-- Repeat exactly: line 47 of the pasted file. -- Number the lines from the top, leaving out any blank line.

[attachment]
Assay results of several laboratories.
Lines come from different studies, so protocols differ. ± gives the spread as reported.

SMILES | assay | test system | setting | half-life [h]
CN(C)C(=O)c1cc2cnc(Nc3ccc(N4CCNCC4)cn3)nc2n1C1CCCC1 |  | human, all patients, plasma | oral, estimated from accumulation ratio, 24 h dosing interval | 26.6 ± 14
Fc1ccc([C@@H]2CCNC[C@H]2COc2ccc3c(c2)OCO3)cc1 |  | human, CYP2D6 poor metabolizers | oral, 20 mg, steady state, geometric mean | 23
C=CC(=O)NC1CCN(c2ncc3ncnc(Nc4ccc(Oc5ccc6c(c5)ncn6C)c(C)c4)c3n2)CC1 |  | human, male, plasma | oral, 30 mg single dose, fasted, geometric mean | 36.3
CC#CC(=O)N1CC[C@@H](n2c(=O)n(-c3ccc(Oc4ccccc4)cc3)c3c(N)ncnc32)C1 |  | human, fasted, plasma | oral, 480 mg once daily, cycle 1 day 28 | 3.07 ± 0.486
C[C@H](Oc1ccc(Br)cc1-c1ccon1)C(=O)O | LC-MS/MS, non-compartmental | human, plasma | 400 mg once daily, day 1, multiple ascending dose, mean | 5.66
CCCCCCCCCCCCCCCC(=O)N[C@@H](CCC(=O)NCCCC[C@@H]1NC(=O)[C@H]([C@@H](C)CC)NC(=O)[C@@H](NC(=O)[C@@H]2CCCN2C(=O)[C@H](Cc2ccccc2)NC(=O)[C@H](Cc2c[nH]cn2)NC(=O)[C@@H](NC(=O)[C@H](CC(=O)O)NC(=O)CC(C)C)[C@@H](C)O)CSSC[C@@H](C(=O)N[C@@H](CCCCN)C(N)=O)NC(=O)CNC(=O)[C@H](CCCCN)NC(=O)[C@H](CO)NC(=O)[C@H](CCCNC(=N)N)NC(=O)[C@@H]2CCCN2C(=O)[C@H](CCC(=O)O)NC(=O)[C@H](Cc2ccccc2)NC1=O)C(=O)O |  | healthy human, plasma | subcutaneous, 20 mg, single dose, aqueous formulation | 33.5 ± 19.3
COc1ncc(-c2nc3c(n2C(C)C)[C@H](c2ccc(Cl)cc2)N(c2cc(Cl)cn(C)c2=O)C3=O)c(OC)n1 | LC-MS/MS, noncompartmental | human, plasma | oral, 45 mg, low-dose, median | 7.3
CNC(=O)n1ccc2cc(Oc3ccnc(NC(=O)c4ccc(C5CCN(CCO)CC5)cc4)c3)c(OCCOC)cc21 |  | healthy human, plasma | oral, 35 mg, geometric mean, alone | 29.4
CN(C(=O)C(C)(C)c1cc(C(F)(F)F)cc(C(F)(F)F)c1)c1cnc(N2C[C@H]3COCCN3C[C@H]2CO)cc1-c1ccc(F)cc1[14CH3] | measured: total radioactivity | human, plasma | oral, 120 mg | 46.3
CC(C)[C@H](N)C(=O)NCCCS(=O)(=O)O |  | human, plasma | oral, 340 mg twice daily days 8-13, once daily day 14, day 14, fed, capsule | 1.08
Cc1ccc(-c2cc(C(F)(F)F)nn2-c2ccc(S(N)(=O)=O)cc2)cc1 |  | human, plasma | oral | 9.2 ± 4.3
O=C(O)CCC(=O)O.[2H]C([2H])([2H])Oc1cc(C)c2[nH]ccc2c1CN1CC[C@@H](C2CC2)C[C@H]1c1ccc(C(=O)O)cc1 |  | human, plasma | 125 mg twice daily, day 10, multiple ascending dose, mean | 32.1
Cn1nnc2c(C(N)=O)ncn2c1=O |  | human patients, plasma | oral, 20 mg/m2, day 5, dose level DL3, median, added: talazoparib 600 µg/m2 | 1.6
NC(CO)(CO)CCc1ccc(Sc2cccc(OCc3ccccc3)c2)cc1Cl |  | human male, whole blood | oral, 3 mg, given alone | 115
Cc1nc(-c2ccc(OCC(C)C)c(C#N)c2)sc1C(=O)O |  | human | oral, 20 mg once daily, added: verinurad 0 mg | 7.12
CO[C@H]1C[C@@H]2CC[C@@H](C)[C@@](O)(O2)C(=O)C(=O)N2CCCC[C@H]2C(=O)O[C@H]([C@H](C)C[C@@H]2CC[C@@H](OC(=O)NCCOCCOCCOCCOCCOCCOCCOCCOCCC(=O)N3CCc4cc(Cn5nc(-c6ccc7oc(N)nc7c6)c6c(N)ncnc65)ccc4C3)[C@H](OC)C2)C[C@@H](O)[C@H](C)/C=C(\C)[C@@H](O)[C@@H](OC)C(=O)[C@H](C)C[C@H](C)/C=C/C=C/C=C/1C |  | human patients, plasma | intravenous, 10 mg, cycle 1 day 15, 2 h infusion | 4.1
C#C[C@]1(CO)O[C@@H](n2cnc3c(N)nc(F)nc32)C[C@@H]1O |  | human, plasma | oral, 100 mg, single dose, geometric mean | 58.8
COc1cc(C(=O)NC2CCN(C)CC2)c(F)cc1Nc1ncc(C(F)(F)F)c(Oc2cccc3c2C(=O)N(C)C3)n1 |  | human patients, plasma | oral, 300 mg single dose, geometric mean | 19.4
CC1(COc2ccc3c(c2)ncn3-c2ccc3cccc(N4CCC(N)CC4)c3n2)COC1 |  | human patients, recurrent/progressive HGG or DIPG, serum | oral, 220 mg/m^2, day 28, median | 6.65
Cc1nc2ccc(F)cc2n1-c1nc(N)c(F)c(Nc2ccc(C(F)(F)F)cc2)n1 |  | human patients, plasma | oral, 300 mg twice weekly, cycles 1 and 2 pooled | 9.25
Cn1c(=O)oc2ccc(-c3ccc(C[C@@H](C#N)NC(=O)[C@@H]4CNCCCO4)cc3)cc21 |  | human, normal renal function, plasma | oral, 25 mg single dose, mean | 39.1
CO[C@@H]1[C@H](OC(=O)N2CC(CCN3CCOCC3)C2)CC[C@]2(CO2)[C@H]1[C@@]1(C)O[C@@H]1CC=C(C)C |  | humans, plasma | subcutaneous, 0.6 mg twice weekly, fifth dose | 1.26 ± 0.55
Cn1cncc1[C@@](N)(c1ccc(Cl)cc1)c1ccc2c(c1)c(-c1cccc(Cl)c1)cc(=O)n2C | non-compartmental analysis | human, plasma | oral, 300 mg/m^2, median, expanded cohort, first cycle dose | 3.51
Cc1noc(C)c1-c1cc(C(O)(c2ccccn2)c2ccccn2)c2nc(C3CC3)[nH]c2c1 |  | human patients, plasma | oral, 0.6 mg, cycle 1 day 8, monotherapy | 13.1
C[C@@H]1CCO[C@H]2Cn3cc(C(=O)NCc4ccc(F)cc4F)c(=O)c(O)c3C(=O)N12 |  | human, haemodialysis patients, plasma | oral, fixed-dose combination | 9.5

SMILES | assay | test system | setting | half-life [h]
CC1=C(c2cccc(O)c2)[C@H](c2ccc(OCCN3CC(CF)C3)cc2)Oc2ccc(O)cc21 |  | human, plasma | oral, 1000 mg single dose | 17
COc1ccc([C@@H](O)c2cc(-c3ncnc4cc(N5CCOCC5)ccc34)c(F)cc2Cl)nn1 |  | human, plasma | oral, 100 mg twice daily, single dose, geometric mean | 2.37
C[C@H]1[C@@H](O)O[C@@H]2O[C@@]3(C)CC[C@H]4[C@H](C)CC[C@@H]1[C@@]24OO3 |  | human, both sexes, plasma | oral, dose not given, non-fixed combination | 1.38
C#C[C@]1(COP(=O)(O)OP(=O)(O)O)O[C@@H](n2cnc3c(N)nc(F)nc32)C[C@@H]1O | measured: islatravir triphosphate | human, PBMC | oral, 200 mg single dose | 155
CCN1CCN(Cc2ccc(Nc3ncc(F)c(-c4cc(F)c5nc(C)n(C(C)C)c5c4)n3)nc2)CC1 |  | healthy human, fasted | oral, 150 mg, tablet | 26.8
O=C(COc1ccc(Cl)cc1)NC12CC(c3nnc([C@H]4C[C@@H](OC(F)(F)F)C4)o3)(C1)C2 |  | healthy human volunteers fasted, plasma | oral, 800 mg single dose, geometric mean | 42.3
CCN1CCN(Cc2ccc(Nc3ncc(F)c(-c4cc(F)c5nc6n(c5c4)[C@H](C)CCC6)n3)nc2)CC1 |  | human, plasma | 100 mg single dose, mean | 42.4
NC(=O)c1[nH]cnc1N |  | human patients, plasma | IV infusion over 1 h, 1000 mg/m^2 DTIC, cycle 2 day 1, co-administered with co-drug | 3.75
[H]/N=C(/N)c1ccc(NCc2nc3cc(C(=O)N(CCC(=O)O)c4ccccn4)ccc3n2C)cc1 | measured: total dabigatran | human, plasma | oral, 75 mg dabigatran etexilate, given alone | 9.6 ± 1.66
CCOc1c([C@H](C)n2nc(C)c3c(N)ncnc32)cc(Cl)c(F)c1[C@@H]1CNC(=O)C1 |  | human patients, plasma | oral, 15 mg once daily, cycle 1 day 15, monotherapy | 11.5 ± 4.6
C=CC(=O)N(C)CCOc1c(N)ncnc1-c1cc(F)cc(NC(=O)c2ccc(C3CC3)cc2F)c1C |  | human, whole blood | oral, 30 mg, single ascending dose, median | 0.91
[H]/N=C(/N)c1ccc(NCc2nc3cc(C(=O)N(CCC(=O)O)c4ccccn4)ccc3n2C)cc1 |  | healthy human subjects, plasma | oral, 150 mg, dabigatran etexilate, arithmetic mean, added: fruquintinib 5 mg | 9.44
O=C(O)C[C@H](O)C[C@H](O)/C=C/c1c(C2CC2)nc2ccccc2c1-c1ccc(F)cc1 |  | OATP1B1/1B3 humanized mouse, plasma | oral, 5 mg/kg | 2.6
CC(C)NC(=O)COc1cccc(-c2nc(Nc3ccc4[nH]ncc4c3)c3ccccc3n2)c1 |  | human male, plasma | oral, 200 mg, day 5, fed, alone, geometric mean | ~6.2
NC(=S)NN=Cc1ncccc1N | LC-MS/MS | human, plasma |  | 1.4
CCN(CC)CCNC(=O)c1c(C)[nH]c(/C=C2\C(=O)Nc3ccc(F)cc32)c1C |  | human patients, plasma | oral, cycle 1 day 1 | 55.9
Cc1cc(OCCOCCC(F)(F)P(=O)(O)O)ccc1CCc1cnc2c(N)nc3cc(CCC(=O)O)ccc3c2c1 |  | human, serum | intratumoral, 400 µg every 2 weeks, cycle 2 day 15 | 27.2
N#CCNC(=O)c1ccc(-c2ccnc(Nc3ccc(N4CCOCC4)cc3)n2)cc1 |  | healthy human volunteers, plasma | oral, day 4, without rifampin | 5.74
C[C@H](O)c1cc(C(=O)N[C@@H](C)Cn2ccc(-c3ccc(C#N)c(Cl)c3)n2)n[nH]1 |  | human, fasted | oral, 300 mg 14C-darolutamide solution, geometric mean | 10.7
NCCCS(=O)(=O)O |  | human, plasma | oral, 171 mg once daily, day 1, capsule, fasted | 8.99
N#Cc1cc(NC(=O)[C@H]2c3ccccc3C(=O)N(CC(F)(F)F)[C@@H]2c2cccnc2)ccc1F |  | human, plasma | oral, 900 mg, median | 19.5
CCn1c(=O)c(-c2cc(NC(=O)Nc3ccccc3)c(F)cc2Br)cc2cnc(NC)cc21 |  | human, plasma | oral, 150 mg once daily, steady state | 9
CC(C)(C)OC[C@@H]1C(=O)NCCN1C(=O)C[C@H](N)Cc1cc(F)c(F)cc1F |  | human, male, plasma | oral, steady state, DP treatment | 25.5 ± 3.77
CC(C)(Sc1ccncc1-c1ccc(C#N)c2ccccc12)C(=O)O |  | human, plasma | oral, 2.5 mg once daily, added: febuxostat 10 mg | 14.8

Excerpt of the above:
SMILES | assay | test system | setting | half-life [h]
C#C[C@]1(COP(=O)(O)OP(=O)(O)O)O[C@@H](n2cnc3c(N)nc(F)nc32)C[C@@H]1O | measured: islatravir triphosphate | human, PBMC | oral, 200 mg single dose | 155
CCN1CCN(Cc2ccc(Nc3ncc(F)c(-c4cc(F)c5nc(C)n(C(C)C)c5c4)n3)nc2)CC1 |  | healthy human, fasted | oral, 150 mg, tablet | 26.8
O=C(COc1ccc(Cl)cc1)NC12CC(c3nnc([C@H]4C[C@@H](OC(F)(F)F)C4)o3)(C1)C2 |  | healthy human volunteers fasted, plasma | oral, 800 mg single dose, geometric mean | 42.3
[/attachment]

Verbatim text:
N#CCNC(=O)c1ccc(-c2ccnc(Nc3ccc(N4CCOCC4)cc3)n2)cc1 |  | healthy human volunteers, plasma | oral, day 4, without rifampin | 5.74